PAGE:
Treasury Secretary Janet Yellen rejected the idea of minting a $1 trillion platinum coin to prevent the US from defaulting on the national debt as a “gimmick” that the Federal Reserve is unlikely to agree to, a blow to proponents’ hopes of using it as a final run around Congress in the middle of the debate on the debt limit.
Progressive economists and some Democratic lawmakers have pushed for the Treasury Department to mint a $1 trillion platinum coin and deposit it in the Federal Reserve to raise the debt ceiling, then use the headroom the maneuver created to finance more public expenses. It would exploit a legal loophole that allows the Treasury to mint platinum coins of any denomination.
“It really shouldn’t be taken for granted by any means that the Fed would do that, and I think especially with something that’s a gimmick,” Yellen said. The Wall Street Journal in an interview on Sunday. “The Fed is under no obligation to accept it, there’s no requirement on the part of the Fed. It’s up to them what to do.”
Yellen – who served as chair of the Federal Reserve for four years from 2014 to 2018 – made the remarks after the US reached its debt ceiling on Thursday, prompting the Treasury Department to begin using “extraordinary measures” that give Congress until at least early June to raise the debt limit.
Her resistance to the push to mint a $1 trillion coin is unlikely to come as a surprise: During an earlier 2021 debt limit, Yellen discussed the idea of mint a $1 trillion coin and said, “I don’t think we should take it seriously.”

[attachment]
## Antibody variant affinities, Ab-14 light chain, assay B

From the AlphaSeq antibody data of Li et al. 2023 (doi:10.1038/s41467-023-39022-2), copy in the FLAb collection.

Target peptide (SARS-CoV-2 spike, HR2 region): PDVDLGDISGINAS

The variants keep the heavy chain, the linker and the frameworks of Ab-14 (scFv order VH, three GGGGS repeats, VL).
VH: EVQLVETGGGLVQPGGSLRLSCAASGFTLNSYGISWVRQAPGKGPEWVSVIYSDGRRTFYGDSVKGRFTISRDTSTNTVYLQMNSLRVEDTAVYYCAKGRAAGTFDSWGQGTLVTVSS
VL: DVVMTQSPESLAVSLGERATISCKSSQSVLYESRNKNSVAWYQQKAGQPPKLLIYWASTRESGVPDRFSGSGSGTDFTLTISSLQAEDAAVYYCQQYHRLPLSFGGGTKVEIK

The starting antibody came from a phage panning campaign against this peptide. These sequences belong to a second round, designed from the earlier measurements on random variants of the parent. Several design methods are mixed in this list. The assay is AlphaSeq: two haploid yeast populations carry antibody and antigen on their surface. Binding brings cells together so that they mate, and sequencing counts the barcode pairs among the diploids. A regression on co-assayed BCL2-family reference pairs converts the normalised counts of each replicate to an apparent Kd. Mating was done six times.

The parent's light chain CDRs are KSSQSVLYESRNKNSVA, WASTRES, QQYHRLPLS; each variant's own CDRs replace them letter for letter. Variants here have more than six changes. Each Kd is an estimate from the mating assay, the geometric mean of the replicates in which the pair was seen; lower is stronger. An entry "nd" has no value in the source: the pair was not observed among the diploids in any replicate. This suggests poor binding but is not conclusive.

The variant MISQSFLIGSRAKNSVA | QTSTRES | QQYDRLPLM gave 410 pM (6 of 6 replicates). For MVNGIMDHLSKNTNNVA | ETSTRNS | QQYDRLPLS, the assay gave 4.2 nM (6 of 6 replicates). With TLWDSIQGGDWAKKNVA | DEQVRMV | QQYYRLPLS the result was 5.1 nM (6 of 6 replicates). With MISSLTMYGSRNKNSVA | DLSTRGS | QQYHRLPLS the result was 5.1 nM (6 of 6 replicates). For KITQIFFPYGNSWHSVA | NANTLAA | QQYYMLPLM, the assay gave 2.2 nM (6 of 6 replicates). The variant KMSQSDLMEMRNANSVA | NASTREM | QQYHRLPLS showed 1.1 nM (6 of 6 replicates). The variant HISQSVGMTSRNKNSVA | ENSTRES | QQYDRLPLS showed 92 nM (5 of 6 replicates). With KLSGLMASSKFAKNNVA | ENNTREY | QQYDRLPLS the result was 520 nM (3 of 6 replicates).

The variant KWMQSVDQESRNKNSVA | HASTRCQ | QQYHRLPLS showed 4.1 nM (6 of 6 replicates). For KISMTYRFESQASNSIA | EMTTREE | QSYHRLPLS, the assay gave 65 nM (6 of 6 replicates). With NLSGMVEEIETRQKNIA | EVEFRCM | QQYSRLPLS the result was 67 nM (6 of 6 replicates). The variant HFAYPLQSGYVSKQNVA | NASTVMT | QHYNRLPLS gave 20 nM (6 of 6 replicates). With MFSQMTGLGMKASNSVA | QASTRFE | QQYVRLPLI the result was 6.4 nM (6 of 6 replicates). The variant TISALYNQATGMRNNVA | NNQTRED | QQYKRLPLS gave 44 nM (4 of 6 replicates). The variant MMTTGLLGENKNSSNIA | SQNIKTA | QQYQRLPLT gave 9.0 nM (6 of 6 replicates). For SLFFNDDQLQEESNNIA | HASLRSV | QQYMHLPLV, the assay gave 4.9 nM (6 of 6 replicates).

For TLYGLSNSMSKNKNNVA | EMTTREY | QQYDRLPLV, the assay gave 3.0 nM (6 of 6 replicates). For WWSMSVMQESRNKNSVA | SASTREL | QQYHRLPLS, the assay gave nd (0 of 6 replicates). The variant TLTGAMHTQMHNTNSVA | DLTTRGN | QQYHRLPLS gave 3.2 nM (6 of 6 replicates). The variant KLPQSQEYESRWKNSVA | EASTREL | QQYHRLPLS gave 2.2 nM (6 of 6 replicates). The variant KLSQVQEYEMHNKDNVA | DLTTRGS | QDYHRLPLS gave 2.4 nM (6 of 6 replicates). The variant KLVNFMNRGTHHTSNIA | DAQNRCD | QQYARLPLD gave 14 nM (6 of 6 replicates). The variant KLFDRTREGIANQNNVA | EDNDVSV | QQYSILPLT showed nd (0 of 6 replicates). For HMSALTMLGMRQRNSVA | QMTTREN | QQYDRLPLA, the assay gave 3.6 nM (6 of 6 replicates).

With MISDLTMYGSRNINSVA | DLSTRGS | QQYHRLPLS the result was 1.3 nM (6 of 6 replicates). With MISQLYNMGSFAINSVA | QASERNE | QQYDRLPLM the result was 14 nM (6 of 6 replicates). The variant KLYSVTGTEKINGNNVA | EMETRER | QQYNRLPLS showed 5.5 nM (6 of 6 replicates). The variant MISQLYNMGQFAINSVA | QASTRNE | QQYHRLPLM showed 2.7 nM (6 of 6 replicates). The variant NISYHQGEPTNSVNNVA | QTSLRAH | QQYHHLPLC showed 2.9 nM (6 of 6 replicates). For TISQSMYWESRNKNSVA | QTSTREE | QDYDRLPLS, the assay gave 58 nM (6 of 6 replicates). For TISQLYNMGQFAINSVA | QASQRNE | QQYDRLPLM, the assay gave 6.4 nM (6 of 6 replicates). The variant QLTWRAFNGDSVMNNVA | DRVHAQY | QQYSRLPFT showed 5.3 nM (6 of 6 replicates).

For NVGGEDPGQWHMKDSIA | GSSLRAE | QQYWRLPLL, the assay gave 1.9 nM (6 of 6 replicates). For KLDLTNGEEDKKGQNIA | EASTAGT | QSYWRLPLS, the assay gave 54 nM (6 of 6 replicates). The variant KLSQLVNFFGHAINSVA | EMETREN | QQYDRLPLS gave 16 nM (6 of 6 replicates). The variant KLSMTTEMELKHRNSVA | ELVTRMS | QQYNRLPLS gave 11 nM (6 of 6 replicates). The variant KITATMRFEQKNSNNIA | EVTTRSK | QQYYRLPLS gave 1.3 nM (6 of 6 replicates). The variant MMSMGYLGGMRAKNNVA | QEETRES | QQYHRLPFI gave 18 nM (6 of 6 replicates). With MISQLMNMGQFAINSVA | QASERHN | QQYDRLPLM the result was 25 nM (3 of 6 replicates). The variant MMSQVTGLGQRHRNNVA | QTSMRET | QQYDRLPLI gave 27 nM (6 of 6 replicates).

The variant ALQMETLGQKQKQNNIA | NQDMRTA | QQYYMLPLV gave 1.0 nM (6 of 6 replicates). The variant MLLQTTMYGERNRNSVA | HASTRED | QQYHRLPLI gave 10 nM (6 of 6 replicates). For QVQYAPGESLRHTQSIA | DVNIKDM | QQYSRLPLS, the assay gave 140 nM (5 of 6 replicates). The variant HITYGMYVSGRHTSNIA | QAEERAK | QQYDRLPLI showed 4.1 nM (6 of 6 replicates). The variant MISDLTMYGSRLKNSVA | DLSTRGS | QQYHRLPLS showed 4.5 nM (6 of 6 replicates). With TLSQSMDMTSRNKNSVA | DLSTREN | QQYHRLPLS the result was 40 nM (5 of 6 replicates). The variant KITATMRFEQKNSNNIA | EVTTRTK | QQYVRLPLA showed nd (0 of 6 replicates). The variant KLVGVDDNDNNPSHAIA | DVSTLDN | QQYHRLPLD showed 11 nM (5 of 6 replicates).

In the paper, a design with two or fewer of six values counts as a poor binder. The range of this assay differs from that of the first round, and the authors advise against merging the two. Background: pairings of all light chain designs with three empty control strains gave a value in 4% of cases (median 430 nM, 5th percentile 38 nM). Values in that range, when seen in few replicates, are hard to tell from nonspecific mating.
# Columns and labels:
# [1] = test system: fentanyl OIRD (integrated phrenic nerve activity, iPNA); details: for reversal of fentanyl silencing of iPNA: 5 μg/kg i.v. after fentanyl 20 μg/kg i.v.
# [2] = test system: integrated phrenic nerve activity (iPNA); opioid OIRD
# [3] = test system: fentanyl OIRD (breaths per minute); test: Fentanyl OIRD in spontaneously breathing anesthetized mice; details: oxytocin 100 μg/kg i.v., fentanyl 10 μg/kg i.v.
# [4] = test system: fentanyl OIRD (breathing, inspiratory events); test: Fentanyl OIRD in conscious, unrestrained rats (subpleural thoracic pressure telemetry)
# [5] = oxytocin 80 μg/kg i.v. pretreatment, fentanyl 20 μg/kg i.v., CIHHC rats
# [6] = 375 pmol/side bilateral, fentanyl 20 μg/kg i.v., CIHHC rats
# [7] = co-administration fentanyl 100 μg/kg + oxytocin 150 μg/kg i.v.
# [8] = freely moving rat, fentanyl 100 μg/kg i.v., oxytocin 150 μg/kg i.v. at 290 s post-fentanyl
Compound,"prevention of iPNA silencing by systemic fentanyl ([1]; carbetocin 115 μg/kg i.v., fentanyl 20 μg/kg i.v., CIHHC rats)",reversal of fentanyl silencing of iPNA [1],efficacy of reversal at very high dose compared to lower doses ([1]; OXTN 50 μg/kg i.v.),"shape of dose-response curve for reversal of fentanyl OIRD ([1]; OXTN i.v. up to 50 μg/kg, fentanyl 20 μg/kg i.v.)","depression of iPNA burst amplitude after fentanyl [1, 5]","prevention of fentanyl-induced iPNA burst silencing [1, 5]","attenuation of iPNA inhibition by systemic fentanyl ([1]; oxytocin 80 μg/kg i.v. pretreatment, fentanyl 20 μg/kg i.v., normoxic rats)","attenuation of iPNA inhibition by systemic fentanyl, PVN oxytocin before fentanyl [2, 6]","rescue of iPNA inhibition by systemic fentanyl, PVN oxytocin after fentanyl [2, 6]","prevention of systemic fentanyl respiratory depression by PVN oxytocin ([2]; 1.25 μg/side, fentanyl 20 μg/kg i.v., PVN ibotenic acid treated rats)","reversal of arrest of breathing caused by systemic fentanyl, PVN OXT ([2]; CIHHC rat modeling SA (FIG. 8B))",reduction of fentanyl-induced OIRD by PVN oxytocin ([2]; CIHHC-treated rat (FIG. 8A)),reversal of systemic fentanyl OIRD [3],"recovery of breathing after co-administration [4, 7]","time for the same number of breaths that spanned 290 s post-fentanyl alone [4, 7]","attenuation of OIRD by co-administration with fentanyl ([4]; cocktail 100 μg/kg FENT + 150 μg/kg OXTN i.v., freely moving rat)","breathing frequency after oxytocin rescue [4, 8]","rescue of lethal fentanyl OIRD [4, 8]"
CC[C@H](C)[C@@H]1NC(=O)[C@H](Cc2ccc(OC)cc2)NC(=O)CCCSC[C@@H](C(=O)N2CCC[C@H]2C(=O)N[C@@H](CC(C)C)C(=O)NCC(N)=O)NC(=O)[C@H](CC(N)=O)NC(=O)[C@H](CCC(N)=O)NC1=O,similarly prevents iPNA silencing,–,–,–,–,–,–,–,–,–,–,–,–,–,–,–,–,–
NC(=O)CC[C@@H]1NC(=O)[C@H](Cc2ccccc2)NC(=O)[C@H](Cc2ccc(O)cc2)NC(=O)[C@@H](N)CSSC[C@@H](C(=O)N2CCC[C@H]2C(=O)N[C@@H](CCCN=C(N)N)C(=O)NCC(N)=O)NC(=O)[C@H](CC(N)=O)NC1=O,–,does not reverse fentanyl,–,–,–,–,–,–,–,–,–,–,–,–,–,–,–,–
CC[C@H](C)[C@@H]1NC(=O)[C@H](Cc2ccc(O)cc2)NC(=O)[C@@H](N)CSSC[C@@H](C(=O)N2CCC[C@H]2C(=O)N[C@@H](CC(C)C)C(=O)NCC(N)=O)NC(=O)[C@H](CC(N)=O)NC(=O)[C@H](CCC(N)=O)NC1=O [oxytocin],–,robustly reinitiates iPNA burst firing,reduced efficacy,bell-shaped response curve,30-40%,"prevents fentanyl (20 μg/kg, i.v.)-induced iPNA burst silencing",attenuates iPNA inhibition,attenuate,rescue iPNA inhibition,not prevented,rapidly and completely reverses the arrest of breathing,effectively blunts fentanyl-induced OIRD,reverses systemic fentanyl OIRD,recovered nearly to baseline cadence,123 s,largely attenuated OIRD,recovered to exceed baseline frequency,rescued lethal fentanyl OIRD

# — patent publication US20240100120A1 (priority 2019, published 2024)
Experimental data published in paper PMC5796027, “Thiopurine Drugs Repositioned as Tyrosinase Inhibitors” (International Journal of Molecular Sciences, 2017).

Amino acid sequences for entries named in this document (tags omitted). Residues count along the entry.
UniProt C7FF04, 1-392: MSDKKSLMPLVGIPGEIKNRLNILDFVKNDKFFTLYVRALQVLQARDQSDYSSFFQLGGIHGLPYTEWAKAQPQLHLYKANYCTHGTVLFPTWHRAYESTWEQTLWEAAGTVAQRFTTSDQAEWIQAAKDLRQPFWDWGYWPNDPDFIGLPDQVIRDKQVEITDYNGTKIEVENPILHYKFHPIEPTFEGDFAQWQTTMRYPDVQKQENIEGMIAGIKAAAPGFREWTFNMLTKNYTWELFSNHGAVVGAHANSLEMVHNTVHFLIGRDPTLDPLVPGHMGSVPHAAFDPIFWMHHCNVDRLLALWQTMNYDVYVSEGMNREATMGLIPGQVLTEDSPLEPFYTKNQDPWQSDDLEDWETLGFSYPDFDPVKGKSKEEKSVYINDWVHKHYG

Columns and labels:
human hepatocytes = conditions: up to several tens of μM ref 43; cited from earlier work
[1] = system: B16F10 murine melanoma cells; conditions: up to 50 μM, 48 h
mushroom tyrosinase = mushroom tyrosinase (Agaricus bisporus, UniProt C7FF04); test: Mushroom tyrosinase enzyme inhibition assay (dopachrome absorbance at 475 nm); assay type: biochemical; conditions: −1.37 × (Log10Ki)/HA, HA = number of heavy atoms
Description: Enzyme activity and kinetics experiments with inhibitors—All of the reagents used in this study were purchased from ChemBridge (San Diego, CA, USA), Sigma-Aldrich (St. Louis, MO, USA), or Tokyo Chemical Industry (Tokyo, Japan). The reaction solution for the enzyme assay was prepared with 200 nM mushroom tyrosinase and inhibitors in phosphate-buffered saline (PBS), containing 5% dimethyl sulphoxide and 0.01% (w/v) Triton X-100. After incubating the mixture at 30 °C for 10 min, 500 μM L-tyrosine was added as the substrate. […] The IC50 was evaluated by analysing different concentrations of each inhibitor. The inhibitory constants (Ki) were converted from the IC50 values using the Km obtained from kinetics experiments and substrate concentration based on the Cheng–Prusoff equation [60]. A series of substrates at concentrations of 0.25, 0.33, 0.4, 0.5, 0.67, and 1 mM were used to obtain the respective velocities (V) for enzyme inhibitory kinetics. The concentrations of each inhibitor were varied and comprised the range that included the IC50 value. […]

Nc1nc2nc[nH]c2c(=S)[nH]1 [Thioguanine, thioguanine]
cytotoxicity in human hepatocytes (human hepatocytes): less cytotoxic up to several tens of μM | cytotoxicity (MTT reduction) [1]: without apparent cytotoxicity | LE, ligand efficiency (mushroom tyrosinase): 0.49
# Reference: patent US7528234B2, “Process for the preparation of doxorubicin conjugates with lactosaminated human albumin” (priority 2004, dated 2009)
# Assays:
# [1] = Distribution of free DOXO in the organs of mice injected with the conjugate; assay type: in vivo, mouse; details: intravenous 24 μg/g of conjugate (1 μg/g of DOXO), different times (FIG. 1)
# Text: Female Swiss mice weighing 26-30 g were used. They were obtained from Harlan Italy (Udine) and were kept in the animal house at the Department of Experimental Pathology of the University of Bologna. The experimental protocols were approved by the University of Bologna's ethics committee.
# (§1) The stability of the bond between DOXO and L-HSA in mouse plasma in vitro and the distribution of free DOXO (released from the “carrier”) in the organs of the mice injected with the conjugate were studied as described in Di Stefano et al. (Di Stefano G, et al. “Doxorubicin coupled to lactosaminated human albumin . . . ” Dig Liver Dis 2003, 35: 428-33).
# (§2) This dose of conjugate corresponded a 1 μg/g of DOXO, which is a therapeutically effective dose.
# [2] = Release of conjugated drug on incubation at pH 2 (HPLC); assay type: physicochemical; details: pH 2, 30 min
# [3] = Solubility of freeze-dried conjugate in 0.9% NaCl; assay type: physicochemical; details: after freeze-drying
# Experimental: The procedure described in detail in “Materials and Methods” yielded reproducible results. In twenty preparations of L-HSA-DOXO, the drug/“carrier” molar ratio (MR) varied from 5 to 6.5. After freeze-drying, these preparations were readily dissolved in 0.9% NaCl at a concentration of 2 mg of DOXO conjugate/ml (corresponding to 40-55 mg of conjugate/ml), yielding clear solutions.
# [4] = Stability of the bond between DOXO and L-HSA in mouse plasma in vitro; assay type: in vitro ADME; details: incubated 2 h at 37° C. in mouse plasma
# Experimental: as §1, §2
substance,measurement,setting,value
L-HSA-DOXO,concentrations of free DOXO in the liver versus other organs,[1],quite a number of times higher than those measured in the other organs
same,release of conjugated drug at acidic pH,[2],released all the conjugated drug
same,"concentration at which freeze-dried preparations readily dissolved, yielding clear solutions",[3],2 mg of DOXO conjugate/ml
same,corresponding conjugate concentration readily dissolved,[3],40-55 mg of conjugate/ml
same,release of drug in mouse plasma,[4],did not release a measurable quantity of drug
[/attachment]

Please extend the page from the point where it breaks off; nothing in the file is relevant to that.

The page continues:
The White House has joined Yellen in pushing back on calls to mint the coin, with Press Secretary Karine Jean-Pierre telling reporters earlier this month that “we are not considering any measures that would bypass Congress.”
While the idea is often floated as a way to get out of the hog in Congress during the impasse over the debt limit, it has also been proposed as a means of funding broad spending plans. Progressive Rep. Rashida Tlaib (D-Mich.) previously proposed a bill to mint $2 trillion in platinum coins to fund recurring monthly stimulus payments during the COVID-19 pandemic.
Though Federal Reserve has not weighed in on the merits of the idea, the central bank has long tried to keep its efforts focused on monetary policy and refrained from meddling in fiscal policy matters normally handled by Congress and the president.
Critics of the plan to mint the $1 trillion coin note that it will fuel inflation further by injecting additional fiscal stimulus into the economy. It could also raise concerns in bond markets as participants begin to doubt the US government’s ability to resolve its fiscal problems and make debt payments. That, in turn, could push interest rates up and hurt areas of the economy that rely on finance, such as housing markets, while increasing the government’s cost of servicing its existing debt.
With the $1 trillion coin likely off the table, lawmakers in Congress will have to strike a bipartisan compromise with the Biden administration to fix the debt limit before the Treasury Department’s emergency measures expire this summer.